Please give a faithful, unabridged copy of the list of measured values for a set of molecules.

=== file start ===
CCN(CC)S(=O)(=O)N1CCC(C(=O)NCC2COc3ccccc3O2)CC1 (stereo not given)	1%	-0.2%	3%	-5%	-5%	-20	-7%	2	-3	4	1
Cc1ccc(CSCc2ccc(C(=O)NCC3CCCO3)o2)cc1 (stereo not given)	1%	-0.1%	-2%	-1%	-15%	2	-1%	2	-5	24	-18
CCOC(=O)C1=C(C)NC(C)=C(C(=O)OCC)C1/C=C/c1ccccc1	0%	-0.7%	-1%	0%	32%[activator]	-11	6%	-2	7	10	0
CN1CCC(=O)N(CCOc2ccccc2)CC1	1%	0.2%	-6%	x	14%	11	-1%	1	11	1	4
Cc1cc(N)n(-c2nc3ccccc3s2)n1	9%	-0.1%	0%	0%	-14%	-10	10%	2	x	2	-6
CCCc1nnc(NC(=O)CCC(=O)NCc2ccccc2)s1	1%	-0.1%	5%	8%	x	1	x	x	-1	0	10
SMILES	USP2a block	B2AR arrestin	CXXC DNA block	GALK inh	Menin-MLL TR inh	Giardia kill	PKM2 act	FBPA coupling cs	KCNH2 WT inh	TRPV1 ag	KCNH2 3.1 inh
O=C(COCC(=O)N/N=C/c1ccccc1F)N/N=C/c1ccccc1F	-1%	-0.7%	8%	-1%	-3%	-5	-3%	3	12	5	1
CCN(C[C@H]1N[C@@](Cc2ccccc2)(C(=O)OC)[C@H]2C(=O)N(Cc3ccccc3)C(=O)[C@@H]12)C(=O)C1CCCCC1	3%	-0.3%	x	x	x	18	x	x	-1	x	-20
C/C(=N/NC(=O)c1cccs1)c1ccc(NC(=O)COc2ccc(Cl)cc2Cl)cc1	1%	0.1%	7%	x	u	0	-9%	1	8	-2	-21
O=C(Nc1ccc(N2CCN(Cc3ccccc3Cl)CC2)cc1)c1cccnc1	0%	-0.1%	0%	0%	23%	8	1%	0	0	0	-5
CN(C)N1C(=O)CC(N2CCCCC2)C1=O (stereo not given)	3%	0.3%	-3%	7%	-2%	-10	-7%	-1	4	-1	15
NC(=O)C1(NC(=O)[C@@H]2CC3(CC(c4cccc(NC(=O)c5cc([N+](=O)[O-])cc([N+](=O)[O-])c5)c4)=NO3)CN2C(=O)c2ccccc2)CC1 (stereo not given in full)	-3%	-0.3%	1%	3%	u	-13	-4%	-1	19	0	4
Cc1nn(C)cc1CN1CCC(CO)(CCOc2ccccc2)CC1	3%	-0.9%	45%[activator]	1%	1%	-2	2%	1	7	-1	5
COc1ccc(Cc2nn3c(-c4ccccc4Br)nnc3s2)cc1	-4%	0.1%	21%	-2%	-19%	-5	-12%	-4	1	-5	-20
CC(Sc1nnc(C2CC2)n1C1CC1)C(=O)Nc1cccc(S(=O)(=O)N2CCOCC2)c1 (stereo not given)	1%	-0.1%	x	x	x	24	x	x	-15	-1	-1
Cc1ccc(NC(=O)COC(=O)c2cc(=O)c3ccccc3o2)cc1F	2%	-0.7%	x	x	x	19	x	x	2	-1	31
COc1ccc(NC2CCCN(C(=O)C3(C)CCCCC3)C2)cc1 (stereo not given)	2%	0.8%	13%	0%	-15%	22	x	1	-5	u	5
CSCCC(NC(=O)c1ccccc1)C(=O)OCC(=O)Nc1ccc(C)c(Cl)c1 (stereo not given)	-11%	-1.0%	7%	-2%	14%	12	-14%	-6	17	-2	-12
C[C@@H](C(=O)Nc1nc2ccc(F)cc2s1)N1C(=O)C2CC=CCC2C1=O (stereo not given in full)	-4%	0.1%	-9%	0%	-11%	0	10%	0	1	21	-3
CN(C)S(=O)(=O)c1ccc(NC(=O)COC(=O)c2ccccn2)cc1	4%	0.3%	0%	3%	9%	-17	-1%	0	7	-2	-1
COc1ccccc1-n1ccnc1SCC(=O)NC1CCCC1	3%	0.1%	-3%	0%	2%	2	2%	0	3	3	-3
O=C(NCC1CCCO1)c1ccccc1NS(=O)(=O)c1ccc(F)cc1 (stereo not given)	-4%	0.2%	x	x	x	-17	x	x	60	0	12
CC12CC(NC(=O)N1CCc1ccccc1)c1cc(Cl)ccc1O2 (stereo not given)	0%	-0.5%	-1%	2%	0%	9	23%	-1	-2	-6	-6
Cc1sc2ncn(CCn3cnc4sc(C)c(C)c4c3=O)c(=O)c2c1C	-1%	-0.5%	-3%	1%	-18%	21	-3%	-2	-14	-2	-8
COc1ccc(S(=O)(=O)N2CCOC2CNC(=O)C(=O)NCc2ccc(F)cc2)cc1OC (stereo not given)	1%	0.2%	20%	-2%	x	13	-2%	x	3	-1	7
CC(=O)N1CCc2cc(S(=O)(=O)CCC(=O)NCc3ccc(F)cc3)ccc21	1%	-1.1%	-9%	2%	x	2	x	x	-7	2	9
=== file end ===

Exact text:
CCN(CC)S(=O)(=O)N1CCC(C(=O)NCC2COc3ccccc3O2)CC1 (stereo not given)	1%	-0.2%	3%	-5%	-5%	-20	-7%	2	-3	4	1
Cc1ccc(CSCc2ccc(C(=O)NCC3CCCO3)o2)cc1 (stereo not given)	1%	-0.1%	-2%	-1%	-15%	2	-1%	2	-5	24	-18
CCOC(=O)C1=C(C)NC(C)=C(C(=O)OCC)C1/C=C/c1ccccc1	0%	-0.7%	-1%	0%	32%[activator]	-11	6%	-2	7	10	0
CN1CCC(=O)N(CCOc2ccccc2)CC1	1%	0.2%	-6%	x	14%	11	-1%	1	11	1	4
Cc1cc(N)n(-c2nc3ccccc3s2)n1	9%	-0.1%	0%	0%	-14%	-10	10%	2	x	2	-6
CCCc1nnc(NC(=O)CCC(=O)NCc2ccccc2)s1	1%	-0.1%	5%	8%	x	1	x	x	-1	0	10
SMILES	USP2a block	B2AR arrestin	CXXC DNA block	GALK inh	Menin-MLL TR inh	Giardia kill	PKM2 act	FBPA coupling cs	KCNH2 WT inh	TRPV1 ag	KCNH2 3.1 inh
O=C(COCC(=O)N/N=C/c1ccccc1F)N/N=C/c1ccccc1F	-1%	-0.7%	8%	-1%	-3%	-5	-3%	3	12	5	1
CCN(C[C@H]1N[C@@](Cc2ccccc2)(C(=O)OC)[C@H]2C(=O)N(Cc3ccccc3)C(=O)[C@@H]12)C(=O)C1CCCCC1	3%	-0.3%	x	x	x	18	x	x	-1	x	-20
C/C(=N/NC(=O)c1cccs1)c1ccc(NC(=O)COc2ccc(Cl)cc2Cl)cc1	1%	0.1%	7%	x	u	0	-9%	1	8	-2	-21
O=C(Nc1ccc(N2CCN(Cc3ccccc3Cl)CC2)cc1)c1cccnc1	0%	-0.1%	0%	0%	23%	8	1%	0	0	0	-5
CN(C)N1C(=O)CC(N2CCCCC2)C1=O (stereo not given)	3%	0.3%	-3%	7%	-2%	-10	-7%	-1	4	-1	15
NC(=O)C1(NC(=O)[C@@H]2CC3(CC(c4cccc(NC(=O)c5cc([N+](=O)[O-])cc([N+](=O)[O-])c5)c4)=NO3)CN2C(=O)c2ccccc2)CC1 (stereo not given in full)	-3%	-0.3%	1%	3%	u	-13	-4%	-1	19	0	4
Cc1nn(C)cc1CN1CCC(CO)(CCOc2ccccc2)CC1	3%	-0.9%	45%[activator]	1%	1%	-2	2%	1	7	-1	5
COc1ccc(Cc2nn3c(-c4ccccc4Br)nnc3s2)cc1	-4%	0.1%	21%	-2%	-19%	-5	-12%	-4	1	-5	-20
CC(Sc1nnc(C2CC2)n1C1CC1)C(=O)Nc1cccc(S(=O)(=O)N2CCOCC2)c1 (stereo not given)	1%	-0.1%	x	x	x	24	x	x	-15	-1	-1
Cc1ccc(NC(=O)COC(=O)c2cc(=O)c3ccccc3o2)cc1F	2%	-0.7%	x	x	x	19	x	x	2	-1	31
COc1ccc(NC2CCCN(C(=O)C3(C)CCCCC3)C2)cc1 (stereo not given)	2%	0.8%	13%	0%	-15%	22	x	1	-5	u	5
CSCCC(NC(=O)c1ccccc1)C(=O)OCC(=O)Nc1ccc(C)c(Cl)c1 (stereo not given)	-11%	-1.0%	7%	-2%	14%	12	-14%	-6	17	-2	-12
C[C@@H](C(=O)Nc1nc2ccc(F)cc2s1)N1C(=O)C2CC=CCC2C1=O (stereo not given in full)	-4%	0.1%	-9%	0%	-11%	0	10%	0	1	21	-3
CN(C)S(=O)(=O)c1ccc(NC(=O)COC(=O)c2ccccn2)cc1	4%	0.3%	0%	3%	9%	-17	-1%	0	7	-2	-1
COc1ccccc1-n1ccnc1SCC(=O)NC1CCCC1	3%	0.1%	-3%	0%	2%	2	2%	0	3	3	-3
O=C(NCC1CCCO1)c1ccccc1NS(=O)(=O)c1ccc(F)cc1 (stereo not given)	-4%	0.2%	x	x	x	-17	x	x	60	0	12
CC12CC(NC(=O)N1CCc1ccccc1)c1cc(Cl)ccc1O2 (stereo not given)	0%	-0.5%	-1%	2%	0%	9	23%	-1	-2	-6	-6
Cc1sc2ncn(CCn3cnc4sc(C)c(C)c4c3=O)c(=O)c2c1C	-1%	-0.5%	-3%	1%	-18%	21	-3%	-2	-14	-2	-8
COc1ccc(S(=O)(=O)N2CCOC2CNC(=O)C(=O)NCc2ccc(F)cc2)cc1OC (stereo not given)	1%	0.2%	20%	-2%	x	13	-2%	x	3	-1	7
CC(=O)N1CCc2cc(S(=O)(=O)CCC(=O)NCc3ccc(F)cc3)ccc21	1%	-1.1%	-9%	2%	x	2	x	x	-7	2	9